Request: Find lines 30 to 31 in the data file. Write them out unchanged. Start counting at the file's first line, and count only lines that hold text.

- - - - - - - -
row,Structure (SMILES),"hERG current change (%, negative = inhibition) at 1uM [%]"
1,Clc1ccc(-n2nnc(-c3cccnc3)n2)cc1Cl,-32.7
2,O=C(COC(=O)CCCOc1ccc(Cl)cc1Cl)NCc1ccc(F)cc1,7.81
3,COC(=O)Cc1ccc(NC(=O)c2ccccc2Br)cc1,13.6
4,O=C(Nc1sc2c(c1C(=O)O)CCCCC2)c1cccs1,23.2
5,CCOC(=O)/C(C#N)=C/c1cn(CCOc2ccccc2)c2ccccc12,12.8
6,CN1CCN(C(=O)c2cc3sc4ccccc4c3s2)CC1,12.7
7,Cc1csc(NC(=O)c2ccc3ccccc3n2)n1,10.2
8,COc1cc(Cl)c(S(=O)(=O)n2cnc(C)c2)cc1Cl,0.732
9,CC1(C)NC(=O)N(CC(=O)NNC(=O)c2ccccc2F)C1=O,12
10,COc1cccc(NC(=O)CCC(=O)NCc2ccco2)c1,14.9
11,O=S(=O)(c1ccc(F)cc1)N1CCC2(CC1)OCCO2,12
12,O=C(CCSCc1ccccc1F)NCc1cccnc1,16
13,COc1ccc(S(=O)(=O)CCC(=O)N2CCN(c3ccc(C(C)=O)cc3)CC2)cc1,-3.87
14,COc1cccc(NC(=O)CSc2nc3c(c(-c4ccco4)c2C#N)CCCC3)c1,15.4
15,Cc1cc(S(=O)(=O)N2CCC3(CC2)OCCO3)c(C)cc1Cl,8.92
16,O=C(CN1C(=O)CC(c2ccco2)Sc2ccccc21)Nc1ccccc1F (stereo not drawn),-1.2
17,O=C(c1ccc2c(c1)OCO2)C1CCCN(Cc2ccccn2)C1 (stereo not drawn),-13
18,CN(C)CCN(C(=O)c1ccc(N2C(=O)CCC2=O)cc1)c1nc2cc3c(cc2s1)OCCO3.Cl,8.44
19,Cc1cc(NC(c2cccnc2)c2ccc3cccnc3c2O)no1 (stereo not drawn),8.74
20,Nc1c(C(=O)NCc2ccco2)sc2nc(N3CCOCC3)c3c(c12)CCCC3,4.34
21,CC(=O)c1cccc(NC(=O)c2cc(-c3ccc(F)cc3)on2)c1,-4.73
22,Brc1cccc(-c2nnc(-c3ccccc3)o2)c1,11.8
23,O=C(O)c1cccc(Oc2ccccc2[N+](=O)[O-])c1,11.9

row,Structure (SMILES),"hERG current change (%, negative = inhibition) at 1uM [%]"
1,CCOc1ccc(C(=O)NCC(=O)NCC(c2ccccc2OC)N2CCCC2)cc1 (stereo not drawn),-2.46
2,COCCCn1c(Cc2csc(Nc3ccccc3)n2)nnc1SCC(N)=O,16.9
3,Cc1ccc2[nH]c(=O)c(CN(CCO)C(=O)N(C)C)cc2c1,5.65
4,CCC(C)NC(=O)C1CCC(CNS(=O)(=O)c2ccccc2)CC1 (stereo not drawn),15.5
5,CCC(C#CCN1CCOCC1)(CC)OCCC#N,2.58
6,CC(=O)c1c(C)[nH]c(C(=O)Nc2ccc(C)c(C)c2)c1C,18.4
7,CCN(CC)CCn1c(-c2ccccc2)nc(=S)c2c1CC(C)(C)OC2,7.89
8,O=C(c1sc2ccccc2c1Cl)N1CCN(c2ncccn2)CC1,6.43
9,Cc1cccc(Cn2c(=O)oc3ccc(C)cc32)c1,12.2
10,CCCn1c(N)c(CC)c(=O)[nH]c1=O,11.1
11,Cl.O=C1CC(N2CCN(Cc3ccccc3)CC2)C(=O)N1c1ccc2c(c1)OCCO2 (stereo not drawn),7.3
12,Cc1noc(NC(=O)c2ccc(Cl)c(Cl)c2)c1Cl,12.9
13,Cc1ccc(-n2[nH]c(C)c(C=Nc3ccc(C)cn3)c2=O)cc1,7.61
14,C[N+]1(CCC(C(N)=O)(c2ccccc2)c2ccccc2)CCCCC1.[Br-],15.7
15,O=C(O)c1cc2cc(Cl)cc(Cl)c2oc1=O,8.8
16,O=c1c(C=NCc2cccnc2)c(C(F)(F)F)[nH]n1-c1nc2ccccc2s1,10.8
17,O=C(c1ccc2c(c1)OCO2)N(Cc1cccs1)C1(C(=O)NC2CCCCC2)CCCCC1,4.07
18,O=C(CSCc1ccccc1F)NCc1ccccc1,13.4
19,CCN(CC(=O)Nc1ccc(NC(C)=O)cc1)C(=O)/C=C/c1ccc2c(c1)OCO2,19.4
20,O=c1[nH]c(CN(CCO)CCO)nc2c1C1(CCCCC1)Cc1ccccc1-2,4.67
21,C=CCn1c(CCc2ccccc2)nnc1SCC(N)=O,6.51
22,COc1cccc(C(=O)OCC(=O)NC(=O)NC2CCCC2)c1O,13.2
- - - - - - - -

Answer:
5,CCC(C#CCN1CCOCC1)(CC)OCCC#N,2.58
6,CC(=O)c1c(C)[nH]c(C(=O)Nc2ccc(C)c(C)c2)c1C,18.4